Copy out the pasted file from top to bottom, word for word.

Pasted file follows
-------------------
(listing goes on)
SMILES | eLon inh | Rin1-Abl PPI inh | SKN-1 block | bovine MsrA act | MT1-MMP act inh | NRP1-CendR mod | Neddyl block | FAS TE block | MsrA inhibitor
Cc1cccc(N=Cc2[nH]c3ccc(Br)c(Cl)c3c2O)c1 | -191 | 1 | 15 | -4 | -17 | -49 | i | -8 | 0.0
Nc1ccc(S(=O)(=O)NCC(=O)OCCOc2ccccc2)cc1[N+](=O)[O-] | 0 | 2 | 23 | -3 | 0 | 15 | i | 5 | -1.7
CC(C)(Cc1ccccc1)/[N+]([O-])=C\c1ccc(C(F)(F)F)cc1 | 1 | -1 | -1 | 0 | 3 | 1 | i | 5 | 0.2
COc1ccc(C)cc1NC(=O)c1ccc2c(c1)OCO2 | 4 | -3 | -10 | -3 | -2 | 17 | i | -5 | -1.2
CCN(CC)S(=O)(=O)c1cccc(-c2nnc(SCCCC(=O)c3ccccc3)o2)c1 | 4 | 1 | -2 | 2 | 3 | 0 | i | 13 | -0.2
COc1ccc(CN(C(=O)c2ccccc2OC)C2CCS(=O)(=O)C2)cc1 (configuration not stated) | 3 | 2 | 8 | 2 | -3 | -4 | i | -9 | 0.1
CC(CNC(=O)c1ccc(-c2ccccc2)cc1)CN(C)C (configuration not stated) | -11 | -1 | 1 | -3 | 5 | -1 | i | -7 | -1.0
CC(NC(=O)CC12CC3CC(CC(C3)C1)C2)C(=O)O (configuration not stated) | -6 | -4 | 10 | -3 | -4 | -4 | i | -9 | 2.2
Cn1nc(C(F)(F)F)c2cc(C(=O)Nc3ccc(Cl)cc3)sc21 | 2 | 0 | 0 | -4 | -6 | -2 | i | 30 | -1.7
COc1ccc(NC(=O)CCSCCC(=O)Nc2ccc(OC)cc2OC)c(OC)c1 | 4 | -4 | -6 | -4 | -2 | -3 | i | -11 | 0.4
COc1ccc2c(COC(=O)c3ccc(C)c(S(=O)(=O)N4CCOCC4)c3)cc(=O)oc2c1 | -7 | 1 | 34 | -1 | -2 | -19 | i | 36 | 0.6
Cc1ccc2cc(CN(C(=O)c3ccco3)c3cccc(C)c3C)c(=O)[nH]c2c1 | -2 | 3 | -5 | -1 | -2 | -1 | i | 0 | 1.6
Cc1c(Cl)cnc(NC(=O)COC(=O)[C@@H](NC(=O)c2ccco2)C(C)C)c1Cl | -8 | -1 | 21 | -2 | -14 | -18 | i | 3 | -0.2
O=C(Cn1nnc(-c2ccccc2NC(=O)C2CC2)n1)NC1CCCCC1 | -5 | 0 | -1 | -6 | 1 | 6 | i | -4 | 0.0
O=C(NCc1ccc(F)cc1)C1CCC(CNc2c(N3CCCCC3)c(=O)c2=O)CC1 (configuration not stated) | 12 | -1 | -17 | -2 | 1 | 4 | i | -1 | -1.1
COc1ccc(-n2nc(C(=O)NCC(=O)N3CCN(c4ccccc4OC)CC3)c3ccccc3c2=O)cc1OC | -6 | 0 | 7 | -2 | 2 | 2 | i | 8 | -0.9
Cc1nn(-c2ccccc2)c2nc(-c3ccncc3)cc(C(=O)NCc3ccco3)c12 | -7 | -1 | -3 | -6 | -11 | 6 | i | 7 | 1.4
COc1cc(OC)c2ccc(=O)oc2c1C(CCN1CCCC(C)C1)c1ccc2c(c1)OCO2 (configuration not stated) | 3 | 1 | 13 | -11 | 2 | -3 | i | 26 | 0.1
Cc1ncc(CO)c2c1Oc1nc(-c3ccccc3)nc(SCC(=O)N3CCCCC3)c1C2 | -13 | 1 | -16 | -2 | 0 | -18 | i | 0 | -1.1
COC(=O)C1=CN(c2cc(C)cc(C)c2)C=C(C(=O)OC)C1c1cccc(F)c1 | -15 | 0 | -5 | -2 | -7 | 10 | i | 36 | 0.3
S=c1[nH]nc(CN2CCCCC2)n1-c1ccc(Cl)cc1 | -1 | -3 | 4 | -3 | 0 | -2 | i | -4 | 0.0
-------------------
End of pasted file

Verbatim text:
(listing goes on)
SMILES | eLon inh | Rin1-Abl PPI inh | SKN-1 block | bovine MsrA act | MT1-MMP act inh | NRP1-CendR mod | Neddyl block | FAS TE block | MsrA inhibitor
Cc1cccc(N=Cc2[nH]c3ccc(Br)c(Cl)c3c2O)c1 | -191 | 1 | 15 | -4 | -17 | -49 | i | -8 | 0.0
Nc1ccc(S(=O)(=O)NCC(=O)OCCOc2ccccc2)cc1[N+](=O)[O-] | 0 | 2 | 23 | -3 | 0 | 15 | i | 5 | -1.7
CC(C)(Cc1ccccc1)/[N+]([O-])=C\c1ccc(C(F)(F)F)cc1 | 1 | -1 | -1 | 0 | 3 | 1 | i | 5 | 0.2
COc1ccc(C)cc1NC(=O)c1ccc2c(c1)OCO2 | 4 | -3 | -10 | -3 | -2 | 17 | i | -5 | -1.2
CCN(CC)S(=O)(=O)c1cccc(-c2nnc(SCCCC(=O)c3ccccc3)o2)c1 | 4 | 1 | -2 | 2 | 3 | 0 | i | 13 | -0.2
COc1ccc(CN(C(=O)c2ccccc2OC)C2CCS(=O)(=O)C2)cc1 (configuration not stated) | 3 | 2 | 8 | 2 | -3 | -4 | i | -9 | 0.1
CC(CNC(=O)c1ccc(-c2ccccc2)cc1)CN(C)C (configuration not stated) | -11 | -1 | 1 | -3 | 5 | -1 | i | -7 | -1.0
CC(NC(=O)CC12CC3CC(CC(C3)C1)C2)C(=O)O (configuration not stated) | -6 | -4 | 10 | -3 | -4 | -4 | i | -9 | 2.2
Cn1nc(C(F)(F)F)c2cc(C(=O)Nc3ccc(Cl)cc3)sc21 | 2 | 0 | 0 | -4 | -6 | -2 | i | 30 | -1.7
COc1ccc(NC(=O)CCSCCC(=O)Nc2ccc(OC)cc2OC)c(OC)c1 | 4 | -4 | -6 | -4 | -2 | -3 | i | -11 | 0.4
COc1ccc2c(COC(=O)c3ccc(C)c(S(=O)(=O)N4CCOCC4)c3)cc(=O)oc2c1 | -7 | 1 | 34 | -1 | -2 | -19 | i | 36 | 0.6
Cc1ccc2cc(CN(C(=O)c3ccco3)c3cccc(C)c3C)c(=O)[nH]c2c1 | -2 | 3 | -5 | -1 | -2 | -1 | i | 0 | 1.6
Cc1c(Cl)cnc(NC(=O)COC(=O)[C@@H](NC(=O)c2ccco2)C(C)C)c1Cl | -8 | -1 | 21 | -2 | -14 | -18 | i | 3 | -0.2
O=C(Cn1nnc(-c2ccccc2NC(=O)C2CC2)n1)NC1CCCCC1 | -5 | 0 | -1 | -6 | 1 | 6 | i | -4 | 0.0
O=C(NCc1ccc(F)cc1)C1CCC(CNc2c(N3CCCCC3)c(=O)c2=O)CC1 (configuration not stated) | 12 | -1 | -17 | -2 | 1 | 4 | i | -1 | -1.1
COc1ccc(-n2nc(C(=O)NCC(=O)N3CCN(c4ccccc4OC)CC3)c3ccccc3c2=O)cc1OC | -6 | 0 | 7 | -2 | 2 | 2 | i | 8 | -0.9
Cc1nn(-c2ccccc2)c2nc(-c3ccncc3)cc(C(=O)NCc3ccco3)c12 | -7 | -1 | -3 | -6 | -11 | 6 | i | 7 | 1.4
COc1cc(OC)c2ccc(=O)oc2c1C(CCN1CCCC(C)C1)c1ccc2c(c1)OCO2 (configuration not stated) | 3 | 1 | 13 | -11 | 2 | -3 | i | 26 | 0.1
Cc1ncc(CO)c2c1Oc1nc(-c3ccccc3)nc(SCC(=O)N3CCCCC3)c1C2 | -13 | 1 | -16 | -2 | 0 | -18 | i | 0 | -1.1
COC(=O)C1=CN(c2cc(C)cc(C)c2)C=C(C(=O)OC)C1c1cccc(F)c1 | -15 | 0 | -5 | -2 | -7 | 10 | i | 36 | 0.3
S=c1[nH]nc(CN2CCCCC2)n1-c1ccc(Cl)cc1 | -1 | -3 | 4 | -3 | 0 | -2 | i | -4 | 0.0